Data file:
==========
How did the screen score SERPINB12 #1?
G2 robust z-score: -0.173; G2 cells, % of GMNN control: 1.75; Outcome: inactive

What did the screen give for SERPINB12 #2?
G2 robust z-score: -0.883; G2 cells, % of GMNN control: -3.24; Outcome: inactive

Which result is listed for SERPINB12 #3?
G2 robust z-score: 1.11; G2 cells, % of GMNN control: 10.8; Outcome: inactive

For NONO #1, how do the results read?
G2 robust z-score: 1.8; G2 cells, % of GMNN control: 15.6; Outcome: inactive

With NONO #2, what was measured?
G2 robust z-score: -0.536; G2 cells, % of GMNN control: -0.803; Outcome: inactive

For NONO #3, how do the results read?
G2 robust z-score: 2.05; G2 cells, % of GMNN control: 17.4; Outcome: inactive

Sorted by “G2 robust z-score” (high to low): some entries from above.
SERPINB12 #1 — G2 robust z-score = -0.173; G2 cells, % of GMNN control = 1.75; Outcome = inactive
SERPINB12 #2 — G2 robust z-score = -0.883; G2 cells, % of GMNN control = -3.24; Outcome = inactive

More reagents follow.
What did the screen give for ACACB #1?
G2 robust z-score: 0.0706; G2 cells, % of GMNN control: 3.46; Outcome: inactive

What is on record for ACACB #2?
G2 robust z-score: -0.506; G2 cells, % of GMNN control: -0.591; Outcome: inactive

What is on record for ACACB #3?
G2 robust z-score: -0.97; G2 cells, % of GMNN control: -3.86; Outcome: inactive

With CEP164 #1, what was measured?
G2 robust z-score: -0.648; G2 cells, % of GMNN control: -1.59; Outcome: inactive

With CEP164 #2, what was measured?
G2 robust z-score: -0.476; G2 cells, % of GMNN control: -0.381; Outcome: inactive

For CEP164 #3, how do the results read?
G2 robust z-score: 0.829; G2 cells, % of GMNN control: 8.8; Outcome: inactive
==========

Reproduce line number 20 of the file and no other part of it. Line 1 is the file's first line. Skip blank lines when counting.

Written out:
G2 robust z-score: -0.506; G2 cells, % of GMNN control: -0.591; Outcome: inactive